Learning from the Leftovers: Repurposing OR Supplies


I hate waste. I’ll always take my leftovers from a restaurant. I have several bags of recycle out for pickup each week. But something I’ve seen more and more of is waste in the OR.


A few weeks ago, I shared a little commentary on LinkedIn about OR waste. Waste occurs for many reasons. Expired items, contamination, and canceled cases are just a few examples. And because I hate waste so much, I take those wasted items home with me in boxes each week. (Small disclaimer: I have permission to do this and none of the items from contaminated packs ever come in contact with patients) So what do I do with the mini OR I keep in my basement? Well, for one, I keep replenishing items I use for lectures and hands-on activities for my Peri-Operative Nursing elective. Students love the hands-on learning from the items I am able to use in class. But what about the items that I can’t use in class?


I’m fortunate to teach at a university that has a medical school, Saint Louis University (Go Bills!). A part of the medical school is the Practical Anatomy and Surgical Education Lab (PASE). So when I had accumulated enough items that I wasn't going to use for my classes, it only made sense that I would donate them to PASE. I dropped off 4 boxes and 2 bags filled with surgical supplies to the lab last week. I also set up a meeting with the event coordinator for a tour of the building.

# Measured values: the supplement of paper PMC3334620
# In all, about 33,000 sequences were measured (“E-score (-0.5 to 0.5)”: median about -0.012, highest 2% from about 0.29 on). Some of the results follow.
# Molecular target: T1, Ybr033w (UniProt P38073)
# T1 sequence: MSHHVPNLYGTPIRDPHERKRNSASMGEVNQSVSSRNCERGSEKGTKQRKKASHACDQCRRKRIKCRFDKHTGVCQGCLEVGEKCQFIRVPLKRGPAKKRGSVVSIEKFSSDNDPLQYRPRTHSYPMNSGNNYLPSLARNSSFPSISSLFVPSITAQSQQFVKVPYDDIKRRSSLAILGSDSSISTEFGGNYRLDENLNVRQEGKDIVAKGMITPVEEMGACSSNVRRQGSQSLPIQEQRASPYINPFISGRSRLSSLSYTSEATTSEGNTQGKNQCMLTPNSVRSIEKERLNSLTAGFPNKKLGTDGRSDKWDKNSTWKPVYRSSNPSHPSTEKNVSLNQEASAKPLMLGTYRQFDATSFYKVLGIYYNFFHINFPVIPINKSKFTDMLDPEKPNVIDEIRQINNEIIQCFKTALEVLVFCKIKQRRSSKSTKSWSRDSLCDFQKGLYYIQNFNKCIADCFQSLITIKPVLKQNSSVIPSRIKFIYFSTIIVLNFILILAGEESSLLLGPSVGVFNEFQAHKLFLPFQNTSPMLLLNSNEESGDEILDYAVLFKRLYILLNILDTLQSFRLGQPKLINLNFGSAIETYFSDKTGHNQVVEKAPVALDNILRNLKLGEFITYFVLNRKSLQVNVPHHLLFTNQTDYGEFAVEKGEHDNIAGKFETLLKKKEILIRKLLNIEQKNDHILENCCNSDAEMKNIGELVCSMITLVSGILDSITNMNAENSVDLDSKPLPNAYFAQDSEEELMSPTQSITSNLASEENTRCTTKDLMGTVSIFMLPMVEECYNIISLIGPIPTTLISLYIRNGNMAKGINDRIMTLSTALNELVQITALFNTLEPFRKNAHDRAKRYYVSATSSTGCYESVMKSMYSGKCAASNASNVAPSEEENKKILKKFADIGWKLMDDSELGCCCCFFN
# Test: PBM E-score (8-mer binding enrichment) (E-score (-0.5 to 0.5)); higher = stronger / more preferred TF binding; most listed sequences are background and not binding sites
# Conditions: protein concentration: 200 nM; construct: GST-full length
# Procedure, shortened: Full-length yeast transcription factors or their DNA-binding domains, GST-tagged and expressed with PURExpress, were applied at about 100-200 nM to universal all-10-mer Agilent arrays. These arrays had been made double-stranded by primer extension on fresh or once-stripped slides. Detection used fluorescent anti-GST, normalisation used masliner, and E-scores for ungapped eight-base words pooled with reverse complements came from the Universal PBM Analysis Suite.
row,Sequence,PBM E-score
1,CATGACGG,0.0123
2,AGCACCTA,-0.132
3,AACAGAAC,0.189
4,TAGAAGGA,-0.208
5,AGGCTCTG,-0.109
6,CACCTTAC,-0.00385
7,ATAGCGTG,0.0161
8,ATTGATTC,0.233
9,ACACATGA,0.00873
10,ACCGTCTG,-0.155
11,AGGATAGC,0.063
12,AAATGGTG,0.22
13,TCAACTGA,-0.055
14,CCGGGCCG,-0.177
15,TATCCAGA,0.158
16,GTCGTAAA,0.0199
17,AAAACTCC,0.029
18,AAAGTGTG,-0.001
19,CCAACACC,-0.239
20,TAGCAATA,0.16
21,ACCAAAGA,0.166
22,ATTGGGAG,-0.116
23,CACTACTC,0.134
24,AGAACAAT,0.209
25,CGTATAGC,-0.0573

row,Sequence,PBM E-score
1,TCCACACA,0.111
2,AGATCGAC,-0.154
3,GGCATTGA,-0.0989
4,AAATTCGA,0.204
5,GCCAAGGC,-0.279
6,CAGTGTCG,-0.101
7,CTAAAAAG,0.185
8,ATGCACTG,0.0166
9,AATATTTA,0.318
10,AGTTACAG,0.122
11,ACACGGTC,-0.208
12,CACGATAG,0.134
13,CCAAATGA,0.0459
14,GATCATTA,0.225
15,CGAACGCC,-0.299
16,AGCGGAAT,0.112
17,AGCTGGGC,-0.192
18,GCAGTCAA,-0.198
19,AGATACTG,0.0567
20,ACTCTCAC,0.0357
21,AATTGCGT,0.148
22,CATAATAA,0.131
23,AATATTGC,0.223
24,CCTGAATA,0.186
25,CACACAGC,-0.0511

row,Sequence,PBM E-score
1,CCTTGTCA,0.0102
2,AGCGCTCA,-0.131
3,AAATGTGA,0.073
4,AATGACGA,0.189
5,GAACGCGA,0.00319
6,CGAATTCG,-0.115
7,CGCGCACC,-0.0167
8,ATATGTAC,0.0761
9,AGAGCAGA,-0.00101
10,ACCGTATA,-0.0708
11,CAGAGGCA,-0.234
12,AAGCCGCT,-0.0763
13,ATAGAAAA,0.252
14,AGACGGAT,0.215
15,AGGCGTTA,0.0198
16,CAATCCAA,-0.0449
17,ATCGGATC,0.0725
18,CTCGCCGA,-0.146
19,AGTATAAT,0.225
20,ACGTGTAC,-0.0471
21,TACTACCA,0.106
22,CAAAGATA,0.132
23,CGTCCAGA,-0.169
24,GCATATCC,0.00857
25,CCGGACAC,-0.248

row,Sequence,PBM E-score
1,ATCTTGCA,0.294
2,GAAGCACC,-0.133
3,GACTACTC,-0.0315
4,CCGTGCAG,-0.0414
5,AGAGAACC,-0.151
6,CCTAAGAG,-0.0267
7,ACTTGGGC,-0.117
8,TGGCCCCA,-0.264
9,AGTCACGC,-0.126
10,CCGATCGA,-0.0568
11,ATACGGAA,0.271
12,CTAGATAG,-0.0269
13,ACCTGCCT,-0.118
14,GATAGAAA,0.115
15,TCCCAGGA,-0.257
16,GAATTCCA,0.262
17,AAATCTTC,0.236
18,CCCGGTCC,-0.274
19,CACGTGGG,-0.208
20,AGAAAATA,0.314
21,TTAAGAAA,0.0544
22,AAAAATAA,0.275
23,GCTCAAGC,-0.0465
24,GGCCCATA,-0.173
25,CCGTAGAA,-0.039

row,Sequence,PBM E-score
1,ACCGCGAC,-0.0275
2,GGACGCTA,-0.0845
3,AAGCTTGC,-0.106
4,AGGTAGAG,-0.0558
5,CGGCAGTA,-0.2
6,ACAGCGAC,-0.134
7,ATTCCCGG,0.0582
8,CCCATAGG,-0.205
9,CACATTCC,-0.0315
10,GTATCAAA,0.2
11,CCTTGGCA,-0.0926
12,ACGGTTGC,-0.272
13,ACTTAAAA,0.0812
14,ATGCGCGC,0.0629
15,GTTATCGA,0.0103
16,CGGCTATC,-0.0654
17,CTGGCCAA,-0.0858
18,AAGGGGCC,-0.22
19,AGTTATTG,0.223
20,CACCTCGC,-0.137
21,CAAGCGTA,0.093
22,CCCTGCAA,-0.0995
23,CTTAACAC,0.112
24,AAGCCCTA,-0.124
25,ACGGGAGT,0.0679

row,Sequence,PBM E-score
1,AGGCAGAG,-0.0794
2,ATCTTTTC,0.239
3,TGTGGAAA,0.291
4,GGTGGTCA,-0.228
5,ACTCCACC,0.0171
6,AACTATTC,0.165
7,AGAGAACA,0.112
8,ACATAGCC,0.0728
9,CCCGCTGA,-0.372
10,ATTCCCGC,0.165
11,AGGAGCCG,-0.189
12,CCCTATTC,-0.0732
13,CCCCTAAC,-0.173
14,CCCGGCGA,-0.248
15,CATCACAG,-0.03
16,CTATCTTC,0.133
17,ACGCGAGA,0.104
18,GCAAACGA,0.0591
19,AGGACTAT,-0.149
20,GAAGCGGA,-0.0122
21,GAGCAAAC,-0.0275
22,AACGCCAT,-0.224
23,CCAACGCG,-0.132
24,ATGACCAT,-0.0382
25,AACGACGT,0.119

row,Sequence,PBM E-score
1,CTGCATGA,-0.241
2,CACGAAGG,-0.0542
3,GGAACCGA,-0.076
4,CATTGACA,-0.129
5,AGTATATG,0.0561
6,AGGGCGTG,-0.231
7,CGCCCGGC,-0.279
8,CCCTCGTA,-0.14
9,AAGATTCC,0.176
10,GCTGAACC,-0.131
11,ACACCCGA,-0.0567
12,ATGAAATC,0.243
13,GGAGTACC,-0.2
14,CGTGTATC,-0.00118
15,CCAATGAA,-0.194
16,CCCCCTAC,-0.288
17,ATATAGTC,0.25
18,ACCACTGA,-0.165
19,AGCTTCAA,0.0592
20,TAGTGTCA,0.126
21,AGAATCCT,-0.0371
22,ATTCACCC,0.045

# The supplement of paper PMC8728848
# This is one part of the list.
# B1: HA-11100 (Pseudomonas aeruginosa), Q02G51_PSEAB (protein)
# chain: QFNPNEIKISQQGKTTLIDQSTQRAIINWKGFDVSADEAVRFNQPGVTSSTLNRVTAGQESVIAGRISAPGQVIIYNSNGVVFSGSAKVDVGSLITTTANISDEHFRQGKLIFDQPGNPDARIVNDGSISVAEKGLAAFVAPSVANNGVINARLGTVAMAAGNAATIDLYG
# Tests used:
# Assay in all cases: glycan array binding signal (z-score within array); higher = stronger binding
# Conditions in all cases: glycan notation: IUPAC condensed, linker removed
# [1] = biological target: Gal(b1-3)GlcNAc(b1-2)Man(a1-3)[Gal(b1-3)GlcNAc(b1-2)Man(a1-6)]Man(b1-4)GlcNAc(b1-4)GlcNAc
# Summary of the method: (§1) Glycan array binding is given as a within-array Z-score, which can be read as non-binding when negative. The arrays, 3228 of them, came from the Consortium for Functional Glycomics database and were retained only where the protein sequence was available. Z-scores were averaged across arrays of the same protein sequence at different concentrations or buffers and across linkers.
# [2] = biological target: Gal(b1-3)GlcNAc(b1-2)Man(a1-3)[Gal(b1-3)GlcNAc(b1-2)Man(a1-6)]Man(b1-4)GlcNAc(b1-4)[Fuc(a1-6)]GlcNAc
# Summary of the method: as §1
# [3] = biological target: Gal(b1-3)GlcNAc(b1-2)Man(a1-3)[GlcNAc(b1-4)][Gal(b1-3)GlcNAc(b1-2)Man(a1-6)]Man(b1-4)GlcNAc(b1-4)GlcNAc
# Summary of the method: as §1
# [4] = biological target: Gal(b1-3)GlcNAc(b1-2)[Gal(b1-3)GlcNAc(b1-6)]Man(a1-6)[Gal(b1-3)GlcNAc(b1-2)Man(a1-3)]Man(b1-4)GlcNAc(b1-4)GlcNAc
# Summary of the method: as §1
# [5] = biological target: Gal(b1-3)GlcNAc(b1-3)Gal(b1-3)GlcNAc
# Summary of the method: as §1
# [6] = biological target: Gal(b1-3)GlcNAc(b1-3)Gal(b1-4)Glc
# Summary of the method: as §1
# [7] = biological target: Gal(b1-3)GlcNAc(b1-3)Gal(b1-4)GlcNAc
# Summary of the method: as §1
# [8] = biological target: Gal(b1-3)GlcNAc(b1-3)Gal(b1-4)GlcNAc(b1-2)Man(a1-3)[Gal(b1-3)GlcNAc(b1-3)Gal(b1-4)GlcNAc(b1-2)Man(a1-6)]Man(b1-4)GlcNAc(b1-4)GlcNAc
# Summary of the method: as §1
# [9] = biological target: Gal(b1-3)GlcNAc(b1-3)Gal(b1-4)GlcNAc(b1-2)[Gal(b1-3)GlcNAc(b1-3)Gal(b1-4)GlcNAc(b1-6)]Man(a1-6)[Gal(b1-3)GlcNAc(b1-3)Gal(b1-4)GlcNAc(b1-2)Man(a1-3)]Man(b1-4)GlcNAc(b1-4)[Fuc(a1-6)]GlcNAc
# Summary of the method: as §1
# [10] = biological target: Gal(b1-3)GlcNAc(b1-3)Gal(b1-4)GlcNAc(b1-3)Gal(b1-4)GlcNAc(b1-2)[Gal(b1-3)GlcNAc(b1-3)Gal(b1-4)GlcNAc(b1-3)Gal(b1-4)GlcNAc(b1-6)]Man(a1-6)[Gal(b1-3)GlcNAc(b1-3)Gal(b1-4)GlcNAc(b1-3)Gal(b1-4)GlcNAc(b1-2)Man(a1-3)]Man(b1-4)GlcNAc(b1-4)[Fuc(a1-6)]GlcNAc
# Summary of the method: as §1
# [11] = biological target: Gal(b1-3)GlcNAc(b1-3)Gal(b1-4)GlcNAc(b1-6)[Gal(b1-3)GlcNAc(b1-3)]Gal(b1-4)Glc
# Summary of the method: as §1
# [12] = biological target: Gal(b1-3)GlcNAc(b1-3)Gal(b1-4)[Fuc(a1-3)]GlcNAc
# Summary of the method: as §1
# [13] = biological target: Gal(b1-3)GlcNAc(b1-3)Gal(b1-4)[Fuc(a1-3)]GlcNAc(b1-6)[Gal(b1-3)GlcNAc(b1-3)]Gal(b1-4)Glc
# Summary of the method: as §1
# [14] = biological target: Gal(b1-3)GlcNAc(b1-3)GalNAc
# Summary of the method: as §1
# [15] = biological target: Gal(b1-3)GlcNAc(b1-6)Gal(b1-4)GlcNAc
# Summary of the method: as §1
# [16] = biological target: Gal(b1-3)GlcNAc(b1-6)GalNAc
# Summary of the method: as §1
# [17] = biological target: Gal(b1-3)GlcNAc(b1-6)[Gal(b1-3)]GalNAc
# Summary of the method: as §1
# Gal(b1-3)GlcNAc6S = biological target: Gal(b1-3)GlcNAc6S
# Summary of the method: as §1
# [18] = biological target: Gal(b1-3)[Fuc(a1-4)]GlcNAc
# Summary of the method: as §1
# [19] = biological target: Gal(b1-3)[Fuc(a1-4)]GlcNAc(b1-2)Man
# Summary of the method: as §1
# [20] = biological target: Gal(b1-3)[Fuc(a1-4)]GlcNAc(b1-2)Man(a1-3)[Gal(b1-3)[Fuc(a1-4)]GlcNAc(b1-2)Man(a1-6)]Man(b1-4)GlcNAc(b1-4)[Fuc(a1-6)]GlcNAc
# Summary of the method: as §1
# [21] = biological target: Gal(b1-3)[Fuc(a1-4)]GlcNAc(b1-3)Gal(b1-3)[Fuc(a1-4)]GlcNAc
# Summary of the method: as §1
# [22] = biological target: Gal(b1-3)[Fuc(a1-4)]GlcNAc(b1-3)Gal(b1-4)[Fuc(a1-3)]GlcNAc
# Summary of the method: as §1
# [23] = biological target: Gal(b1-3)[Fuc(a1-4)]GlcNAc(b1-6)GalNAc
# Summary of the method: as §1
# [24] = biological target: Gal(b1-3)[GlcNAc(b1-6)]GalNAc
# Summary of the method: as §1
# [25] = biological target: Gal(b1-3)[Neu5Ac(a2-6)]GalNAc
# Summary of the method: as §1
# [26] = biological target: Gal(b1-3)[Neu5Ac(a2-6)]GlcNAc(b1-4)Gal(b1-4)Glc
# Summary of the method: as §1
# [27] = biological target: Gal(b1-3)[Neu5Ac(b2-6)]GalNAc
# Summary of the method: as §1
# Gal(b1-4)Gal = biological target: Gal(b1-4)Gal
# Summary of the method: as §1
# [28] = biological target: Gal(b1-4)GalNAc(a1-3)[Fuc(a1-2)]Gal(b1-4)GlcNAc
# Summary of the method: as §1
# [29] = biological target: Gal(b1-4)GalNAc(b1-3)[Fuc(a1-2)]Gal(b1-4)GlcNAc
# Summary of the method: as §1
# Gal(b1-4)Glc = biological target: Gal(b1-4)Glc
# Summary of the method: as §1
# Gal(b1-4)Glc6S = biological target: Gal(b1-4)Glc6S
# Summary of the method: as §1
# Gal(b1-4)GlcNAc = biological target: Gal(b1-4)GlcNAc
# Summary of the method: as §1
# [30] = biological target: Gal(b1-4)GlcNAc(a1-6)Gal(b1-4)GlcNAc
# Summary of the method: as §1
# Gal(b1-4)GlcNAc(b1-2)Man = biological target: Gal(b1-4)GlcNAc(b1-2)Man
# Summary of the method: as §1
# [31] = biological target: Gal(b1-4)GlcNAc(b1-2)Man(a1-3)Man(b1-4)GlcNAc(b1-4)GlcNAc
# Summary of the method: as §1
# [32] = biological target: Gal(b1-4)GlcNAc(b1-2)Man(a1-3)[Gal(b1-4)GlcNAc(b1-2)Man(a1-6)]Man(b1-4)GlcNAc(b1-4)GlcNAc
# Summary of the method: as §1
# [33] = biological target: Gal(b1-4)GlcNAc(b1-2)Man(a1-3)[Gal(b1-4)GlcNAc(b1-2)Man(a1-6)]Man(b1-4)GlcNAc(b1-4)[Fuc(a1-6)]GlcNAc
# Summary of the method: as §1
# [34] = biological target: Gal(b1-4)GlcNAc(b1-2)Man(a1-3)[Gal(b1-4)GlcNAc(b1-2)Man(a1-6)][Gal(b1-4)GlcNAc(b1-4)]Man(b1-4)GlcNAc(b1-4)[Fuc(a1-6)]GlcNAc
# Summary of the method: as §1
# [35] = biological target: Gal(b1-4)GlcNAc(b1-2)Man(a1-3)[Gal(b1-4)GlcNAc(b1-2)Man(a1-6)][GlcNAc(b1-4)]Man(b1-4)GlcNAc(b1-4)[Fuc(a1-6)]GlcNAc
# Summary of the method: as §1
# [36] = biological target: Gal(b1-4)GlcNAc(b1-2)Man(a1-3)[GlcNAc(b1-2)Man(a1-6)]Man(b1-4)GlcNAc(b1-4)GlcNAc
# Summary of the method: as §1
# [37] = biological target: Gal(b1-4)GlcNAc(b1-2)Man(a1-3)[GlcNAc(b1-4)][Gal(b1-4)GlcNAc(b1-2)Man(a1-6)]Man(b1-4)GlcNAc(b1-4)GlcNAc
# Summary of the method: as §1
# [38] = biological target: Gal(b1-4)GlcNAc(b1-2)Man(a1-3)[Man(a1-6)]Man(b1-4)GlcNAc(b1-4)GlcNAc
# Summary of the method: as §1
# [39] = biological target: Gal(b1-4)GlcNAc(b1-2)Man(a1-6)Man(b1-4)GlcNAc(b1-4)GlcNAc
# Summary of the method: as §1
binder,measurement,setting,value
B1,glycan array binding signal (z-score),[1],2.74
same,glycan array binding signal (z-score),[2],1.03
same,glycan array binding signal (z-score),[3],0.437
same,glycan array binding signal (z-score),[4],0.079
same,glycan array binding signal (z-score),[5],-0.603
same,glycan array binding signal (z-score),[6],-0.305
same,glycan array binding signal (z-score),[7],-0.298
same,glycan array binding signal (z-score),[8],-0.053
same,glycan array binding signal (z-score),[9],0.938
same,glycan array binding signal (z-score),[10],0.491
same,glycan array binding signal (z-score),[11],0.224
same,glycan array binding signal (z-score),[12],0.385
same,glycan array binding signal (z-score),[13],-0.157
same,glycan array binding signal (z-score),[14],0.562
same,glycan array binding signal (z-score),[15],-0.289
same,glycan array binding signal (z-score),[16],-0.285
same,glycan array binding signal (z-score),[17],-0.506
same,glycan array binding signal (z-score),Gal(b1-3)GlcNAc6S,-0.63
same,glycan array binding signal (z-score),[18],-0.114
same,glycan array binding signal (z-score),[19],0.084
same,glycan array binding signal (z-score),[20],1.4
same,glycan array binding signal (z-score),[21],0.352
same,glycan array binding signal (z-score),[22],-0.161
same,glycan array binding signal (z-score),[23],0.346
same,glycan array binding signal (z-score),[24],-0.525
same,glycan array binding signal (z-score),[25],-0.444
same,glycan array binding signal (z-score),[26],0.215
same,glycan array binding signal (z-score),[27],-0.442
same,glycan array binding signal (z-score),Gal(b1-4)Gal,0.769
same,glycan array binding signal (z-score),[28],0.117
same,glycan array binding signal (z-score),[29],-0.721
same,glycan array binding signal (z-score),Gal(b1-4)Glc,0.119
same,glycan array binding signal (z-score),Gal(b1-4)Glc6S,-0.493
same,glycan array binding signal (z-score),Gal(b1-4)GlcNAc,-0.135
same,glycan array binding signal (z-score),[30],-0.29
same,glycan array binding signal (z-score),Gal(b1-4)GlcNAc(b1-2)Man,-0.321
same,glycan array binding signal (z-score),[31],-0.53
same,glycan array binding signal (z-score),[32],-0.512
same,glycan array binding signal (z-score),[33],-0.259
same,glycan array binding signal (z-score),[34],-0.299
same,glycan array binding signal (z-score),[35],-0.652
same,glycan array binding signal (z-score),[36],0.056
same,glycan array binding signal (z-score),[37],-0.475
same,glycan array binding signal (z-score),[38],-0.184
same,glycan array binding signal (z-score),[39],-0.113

Built in the 1800s, the lab is in the original building. Dr. Paul Young worked for the medical school in the late 1800s and the building is named after him. The original design has been restored. Beautiful hand drawn fleur-de-lis can be seen and the old wooden staircases are still intact. Within this building you will find a lecture hall with the capability to show dissections or procedures on screen. There is a simulation lab with high fidelity manikins providing the student hands-on opportunities to learn laparoscopic procedures and intubations. There is a lab with 30 individual stations for dissection or suture labs. Each station has its own tv screen to follow along with the instructor as well as a drop-down screen. Finally, there is a place for cadaver labs to occur for groups of students, residents, or other surgical team members. During my tour, trauma residents from the university hospital were doing labs. I was able to see their huge storage area where all my donations have been sorted out. There are multiple learning opportunities coming up this fall that a majority of my donations will be used for. Everyone needs gowns and gloves. Everyone needs sutures to practice with. Everyone can have their own set of laparoscopic instruments for practicing procedures! The donations allow the lab to spend money elsewhere, on other needed equipment and supplies, to help make these educational events a success for those who attend. It was great to get to see what’s being used and I look forward to continuing to help them provide surgical education for all!


For more information on the PASE lab at St. Louis University and to see what upcoming conferences are happening click here!



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